Relatives of Import

Joaquín Pardavé

Paulina’s 2nd Great Uncle

Joaquín Pardavé Arce (September 30, 1900 – July 20, 1955) was a Mexican film actor, director, songwriter and screenwriter of the Golden Age of Mexican cinema.[1] He was best known for starring and directing various comedy films during the 1940s. In some of them, Pardavé paired with one of Mexico’s most famous actresses, Sara García. The films in which they starred are El baisano Jalil, El barchante Neguib, El ropavejero, and La familia Pérez. These actors had on-screen chemistry together, and are both noted for playing a wide variety of comic characters from Lebanese foreigners to middle-class Mexicans.

John Lothrop

Derik’s 11th Great Grandfather

Rev. John Lothropp (1584–1653) — sometimes spelled Lothrop or Lathrop — was an English Anglican clergyman, who became a Congregationalist minister and emigrant to New England. He was among the first settlers of Barnstable, Massachusetts. Perhaps Lothropp’s principal claim to fame is that he was a strong proponent of the idea of the Separation of Church and State (also called “Freedom of Religion”). This idea was considered heretical in England during his time, but eventually became the mainstream view of people in the United States of America, because of the efforts of John Lothropp and others. Lothropp left an indelible mark on the culture of New England, and through that, upon the rest of the country. He has had many notable descendants, including at least six US presidents, as well as many other prominent Governors, government leaders, leaders of The Church of Jesus Christ of Latter-day Saints, and business people.

“Yankee” James (Jim) George

Derik’s 4th Great Uncle

AGED INDIAN FIGHTER IS DEAD AT DOS PALOS HOME; BUILT YELLOWSTONE ROAD. DOS PALOS (MERCED CO.), JUNE 2- -James George, familiarly know as “Yankee Jim”, who died here this wee k at the age of 94 years, 6 months and 11 days, was an old frontiersma n and Indian fighter. He made his home with his brother, John George. Long before the Civil War, “Yankee Jim” immigrated to the frontier of the far West, where he served as a government scout for more than ten years. He built the first road into Yellowstone National Park. It run s through what is known as “Yankee Jim’s Canyon,” where he took up som e land years ago. The road ran past his cabin, which served as a road house to many a weary traveler, among whom were the late Theodore Roos evelt, Rudyard Kipling and many others of national and international f ame. “Yankee Jim” was laid to rest in the Dos Palos cemetery.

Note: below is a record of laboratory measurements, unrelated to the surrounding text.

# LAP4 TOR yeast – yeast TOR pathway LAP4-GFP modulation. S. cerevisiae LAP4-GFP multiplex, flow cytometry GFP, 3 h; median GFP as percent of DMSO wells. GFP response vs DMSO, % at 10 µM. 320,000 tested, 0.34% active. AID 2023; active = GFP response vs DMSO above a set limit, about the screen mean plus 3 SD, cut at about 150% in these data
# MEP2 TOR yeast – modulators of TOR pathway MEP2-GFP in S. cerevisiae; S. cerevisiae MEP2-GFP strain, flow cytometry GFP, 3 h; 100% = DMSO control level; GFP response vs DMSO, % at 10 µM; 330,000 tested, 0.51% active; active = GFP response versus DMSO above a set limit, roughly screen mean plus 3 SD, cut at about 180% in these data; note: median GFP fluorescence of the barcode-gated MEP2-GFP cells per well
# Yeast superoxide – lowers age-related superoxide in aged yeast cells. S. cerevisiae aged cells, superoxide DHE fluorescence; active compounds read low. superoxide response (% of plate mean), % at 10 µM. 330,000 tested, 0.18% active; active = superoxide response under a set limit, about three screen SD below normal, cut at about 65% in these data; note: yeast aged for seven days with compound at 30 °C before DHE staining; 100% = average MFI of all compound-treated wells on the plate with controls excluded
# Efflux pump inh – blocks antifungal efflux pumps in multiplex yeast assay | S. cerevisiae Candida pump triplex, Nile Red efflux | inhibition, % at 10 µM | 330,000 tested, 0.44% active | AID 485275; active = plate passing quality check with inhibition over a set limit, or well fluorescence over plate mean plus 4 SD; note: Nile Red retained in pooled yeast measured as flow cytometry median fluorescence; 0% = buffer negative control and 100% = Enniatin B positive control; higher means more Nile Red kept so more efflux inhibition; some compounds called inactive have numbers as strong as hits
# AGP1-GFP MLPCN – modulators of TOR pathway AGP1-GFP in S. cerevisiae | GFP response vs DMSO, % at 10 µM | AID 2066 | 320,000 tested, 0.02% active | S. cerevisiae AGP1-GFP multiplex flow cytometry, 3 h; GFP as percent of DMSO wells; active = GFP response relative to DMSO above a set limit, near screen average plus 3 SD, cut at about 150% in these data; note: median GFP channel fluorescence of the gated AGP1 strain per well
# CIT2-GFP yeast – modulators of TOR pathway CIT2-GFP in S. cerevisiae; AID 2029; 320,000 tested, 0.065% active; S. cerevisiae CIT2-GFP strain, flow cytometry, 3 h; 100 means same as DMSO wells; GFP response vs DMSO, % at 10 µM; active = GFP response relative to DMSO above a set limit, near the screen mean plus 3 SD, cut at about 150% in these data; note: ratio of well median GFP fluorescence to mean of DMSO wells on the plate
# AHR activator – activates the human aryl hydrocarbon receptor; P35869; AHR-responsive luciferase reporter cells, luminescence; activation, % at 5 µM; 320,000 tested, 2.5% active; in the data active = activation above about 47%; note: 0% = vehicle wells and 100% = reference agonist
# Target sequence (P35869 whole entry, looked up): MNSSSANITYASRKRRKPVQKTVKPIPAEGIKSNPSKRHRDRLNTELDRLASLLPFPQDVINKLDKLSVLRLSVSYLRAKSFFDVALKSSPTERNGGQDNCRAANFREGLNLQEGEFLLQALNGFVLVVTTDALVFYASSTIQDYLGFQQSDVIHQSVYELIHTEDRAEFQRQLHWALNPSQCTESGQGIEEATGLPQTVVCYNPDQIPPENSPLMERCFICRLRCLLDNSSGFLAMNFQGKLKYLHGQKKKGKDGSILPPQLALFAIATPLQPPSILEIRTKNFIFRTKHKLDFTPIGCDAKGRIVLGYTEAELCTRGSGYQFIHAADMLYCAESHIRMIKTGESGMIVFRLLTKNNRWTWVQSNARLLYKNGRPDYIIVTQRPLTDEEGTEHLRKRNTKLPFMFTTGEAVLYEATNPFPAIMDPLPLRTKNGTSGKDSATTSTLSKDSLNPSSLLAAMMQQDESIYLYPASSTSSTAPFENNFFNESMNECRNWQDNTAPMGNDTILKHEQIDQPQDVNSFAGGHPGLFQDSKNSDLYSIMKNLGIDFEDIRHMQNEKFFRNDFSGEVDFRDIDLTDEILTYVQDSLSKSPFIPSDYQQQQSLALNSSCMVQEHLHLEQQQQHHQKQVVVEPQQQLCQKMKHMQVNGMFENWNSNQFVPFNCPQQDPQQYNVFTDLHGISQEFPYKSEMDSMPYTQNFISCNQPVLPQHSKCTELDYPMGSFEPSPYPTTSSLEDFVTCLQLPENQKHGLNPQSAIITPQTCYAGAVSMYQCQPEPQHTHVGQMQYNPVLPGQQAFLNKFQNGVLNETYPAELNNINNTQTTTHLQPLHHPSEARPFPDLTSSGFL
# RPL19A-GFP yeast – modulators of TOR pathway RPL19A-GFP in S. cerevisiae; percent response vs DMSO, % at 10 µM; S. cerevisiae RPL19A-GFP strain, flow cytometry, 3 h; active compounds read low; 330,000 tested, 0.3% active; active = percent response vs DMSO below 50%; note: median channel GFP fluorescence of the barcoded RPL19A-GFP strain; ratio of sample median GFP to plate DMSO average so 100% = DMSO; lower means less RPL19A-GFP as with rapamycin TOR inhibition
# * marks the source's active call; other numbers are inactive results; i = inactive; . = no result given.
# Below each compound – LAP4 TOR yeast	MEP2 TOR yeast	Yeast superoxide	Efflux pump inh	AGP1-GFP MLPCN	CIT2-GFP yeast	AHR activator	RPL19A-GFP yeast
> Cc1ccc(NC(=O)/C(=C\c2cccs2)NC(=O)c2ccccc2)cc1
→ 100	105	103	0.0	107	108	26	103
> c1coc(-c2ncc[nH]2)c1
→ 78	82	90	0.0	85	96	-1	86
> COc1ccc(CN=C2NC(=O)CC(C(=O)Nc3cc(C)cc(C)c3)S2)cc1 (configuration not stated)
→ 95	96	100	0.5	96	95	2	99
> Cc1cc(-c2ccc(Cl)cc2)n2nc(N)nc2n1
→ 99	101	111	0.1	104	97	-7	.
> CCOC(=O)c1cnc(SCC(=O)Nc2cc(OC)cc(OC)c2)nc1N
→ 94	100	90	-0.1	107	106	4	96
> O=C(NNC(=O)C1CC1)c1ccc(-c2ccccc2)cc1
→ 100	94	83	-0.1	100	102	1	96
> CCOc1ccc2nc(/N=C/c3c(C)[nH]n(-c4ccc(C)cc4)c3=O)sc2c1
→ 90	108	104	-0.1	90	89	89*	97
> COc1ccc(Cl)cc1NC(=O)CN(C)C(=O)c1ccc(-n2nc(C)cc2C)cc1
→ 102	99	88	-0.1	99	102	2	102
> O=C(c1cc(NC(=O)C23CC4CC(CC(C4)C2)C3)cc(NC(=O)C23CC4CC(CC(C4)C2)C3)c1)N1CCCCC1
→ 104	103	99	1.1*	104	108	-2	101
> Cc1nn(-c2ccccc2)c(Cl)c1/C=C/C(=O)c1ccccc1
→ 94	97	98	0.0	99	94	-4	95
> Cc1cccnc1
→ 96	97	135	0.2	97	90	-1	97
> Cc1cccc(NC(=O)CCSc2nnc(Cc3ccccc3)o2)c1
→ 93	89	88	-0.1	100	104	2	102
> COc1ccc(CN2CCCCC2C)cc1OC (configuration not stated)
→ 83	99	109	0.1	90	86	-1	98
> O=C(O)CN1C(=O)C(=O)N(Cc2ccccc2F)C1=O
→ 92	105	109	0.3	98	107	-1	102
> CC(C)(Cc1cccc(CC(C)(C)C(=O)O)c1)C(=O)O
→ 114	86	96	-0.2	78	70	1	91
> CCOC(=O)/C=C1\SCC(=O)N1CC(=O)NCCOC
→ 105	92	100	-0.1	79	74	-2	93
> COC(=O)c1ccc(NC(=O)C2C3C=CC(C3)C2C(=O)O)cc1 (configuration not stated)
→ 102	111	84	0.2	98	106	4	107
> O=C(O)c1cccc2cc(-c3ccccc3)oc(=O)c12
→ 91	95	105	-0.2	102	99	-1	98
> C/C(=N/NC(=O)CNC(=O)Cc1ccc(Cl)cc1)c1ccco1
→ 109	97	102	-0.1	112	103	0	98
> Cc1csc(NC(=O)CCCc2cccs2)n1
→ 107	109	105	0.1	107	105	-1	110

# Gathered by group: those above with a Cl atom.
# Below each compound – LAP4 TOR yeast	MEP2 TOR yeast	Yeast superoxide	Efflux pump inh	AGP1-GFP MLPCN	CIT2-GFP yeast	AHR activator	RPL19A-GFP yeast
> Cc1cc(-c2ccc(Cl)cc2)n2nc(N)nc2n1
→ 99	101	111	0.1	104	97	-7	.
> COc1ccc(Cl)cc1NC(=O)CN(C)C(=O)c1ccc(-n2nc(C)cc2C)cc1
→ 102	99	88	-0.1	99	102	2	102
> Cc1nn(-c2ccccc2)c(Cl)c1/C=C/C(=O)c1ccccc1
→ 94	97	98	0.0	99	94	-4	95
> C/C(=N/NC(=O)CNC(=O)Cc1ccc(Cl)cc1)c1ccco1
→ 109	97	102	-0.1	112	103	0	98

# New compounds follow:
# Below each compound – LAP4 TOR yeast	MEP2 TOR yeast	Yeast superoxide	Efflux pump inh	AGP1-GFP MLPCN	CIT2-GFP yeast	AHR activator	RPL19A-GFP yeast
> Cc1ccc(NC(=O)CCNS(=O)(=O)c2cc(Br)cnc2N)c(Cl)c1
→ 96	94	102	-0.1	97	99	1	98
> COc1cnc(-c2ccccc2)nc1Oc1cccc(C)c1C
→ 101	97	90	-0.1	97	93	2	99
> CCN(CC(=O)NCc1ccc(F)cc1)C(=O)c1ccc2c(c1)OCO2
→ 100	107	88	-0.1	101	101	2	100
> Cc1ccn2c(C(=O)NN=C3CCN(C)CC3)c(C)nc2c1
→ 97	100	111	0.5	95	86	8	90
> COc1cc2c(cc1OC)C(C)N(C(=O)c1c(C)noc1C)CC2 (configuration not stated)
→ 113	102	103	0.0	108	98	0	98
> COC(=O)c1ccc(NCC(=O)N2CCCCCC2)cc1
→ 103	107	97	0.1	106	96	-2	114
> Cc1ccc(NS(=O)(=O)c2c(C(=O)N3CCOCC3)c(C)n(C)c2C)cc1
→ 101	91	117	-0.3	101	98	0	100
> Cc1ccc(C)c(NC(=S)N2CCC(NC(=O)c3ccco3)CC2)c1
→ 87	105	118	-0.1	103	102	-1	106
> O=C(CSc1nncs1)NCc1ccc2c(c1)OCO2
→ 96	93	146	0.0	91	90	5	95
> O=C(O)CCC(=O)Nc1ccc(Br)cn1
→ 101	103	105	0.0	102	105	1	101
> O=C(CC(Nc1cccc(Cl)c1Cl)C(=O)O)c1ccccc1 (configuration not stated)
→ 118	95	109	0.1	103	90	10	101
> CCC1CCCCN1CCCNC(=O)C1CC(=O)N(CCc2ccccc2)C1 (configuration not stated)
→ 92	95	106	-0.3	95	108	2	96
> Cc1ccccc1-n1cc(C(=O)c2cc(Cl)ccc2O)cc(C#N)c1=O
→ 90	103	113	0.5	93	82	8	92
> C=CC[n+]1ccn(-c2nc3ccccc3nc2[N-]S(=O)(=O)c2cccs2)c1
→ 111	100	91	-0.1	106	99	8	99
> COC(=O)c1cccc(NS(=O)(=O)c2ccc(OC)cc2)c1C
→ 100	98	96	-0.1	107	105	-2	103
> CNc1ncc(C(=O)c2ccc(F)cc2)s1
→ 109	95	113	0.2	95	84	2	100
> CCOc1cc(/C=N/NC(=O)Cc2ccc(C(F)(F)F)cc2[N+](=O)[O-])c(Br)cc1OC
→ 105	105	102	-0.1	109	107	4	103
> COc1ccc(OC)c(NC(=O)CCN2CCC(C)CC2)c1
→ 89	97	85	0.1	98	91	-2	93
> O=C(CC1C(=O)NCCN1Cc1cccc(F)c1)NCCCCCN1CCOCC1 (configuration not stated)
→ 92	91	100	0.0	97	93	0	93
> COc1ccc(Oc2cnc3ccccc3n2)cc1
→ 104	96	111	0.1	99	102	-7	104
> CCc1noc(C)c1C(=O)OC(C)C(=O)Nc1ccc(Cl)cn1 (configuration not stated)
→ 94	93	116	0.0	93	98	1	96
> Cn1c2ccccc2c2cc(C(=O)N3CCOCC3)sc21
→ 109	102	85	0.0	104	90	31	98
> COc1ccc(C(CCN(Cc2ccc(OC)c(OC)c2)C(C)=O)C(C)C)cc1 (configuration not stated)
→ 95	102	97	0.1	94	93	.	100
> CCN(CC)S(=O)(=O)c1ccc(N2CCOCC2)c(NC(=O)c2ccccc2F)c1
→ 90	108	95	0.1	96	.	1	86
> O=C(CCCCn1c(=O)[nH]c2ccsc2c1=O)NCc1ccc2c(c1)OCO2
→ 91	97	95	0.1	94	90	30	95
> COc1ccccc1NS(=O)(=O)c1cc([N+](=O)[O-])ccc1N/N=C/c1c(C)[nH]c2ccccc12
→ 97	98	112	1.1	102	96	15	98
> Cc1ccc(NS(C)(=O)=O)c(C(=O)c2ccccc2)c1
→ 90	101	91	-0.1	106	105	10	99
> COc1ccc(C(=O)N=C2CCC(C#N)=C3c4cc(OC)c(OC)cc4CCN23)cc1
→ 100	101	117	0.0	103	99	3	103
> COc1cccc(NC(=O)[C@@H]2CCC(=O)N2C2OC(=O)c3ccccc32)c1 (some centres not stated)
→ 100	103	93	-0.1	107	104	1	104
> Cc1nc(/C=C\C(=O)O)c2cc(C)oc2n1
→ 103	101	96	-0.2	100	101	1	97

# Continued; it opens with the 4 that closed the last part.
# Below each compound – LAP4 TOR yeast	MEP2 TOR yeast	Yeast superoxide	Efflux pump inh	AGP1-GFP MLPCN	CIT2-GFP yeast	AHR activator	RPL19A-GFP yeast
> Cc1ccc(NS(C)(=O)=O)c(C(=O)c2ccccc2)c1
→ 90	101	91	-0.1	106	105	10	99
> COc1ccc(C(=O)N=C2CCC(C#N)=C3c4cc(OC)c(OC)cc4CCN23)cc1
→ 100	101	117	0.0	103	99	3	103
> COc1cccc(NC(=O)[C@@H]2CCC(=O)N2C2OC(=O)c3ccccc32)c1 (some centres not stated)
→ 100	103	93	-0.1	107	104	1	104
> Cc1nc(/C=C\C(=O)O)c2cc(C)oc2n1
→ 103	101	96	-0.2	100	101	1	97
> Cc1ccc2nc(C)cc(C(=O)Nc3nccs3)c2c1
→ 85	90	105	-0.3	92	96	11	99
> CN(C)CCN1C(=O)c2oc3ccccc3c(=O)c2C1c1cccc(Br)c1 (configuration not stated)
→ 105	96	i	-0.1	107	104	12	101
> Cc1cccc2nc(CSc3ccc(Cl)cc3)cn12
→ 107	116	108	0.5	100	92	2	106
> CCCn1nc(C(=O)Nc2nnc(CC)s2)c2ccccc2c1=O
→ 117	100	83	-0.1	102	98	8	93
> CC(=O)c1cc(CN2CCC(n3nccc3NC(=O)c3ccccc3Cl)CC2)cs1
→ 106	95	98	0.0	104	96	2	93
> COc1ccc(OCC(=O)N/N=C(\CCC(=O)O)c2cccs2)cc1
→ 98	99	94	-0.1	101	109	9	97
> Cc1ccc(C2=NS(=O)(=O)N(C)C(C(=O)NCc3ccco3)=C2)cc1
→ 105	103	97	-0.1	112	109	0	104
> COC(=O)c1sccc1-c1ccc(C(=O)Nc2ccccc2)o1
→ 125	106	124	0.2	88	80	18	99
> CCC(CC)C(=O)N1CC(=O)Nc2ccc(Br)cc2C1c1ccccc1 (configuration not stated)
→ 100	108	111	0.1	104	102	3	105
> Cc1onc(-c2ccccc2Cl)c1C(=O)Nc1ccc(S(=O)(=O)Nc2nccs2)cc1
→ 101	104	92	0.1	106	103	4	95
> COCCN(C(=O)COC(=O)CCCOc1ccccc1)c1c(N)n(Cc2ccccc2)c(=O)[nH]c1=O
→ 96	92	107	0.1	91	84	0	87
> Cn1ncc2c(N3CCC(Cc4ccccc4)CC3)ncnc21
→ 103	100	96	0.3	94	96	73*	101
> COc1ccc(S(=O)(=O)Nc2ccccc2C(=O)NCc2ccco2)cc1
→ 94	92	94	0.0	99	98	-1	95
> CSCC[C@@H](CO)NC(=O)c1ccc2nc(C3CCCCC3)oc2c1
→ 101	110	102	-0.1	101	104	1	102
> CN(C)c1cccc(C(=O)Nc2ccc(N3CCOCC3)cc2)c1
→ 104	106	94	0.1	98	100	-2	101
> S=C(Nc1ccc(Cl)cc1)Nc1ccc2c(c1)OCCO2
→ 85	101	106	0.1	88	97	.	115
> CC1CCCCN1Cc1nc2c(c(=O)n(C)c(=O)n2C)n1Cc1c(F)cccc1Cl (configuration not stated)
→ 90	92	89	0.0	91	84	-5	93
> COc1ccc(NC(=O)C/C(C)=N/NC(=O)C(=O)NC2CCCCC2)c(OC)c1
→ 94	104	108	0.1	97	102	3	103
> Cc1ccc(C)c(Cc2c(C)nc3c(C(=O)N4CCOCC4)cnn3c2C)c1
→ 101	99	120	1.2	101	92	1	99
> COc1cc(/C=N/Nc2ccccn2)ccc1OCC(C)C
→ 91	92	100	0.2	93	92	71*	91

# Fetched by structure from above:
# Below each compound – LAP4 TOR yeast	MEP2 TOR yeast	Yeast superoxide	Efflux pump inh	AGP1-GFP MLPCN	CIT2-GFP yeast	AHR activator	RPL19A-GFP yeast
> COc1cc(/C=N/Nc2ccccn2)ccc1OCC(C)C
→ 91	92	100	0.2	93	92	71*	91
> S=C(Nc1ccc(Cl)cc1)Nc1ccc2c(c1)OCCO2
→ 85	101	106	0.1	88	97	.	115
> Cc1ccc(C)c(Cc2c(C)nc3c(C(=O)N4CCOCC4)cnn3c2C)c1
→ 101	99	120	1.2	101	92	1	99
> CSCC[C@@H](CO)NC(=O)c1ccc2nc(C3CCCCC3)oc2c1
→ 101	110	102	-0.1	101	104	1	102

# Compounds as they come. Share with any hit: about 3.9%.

Dos Palos newspaper dated 2 Jun 1923

Henry Harriman

Derik’s 4th Great Grandfather

Henry Harriman (June 9, 1804 – May 17, 1891) was one of the First Seven Presidents of the Seventy of the Church of Jesus Christ of Latter Day Saints from 1838 until his death. The town of Herriman, Utah was named after him.

Colonel Morgan Morgan

Derik’s 7th Great-Grandfather

BIRTH 1 NOV 1688 • Glamorganshire, Wales
DEATH 17 NOV 1766 • Frederick County, Virginia Colony

Pioneer and early settler. Morgan Morgan was born in Glamorganshire, Wales. He was educated in London, England. He emigrated to the American Colonies at the age of twenty-four. In 1713, he married Catherine Garretson in what is now New Castle County, Delaware. He was employed there as a merchant and magistrate. Many historians consider him the first permanent white settler to build a residence in what is now West Virginia. A monument on Mill Creek near Bunker Hill (Berkeley County) records the date as 1726, but historians now believe it was closer to 1731. He engineered the first road in West Virginia. The highway went from Mill Creek to Winchester, Virginia. Morgan Morgan constructed Mill Creek Church. It was the first church west of the Blue Ridge Mountains. He became a community leader serving as the first Justice of the Peace and Captain of the Militia. He later acquired the title “Colonel”. He opened the first Inn for pioneer travelers. He is reported to have consulted with George Washington. Francis Pierpont was his great-grandson. West Virginia Governor Ephraim F. Morgan was a direct descendant of Morgan Morgan. Ephraim Morgan served as Governor of West Virginia from 1921 to 1925. A West Virginia Historical Marker to Colonel Morgan identifies the site of his Bunker Hill cabin.

For an online biography of Morgan Morgan, click here.

Morgan Morgan is credited with many firsts in what is now West Virginia: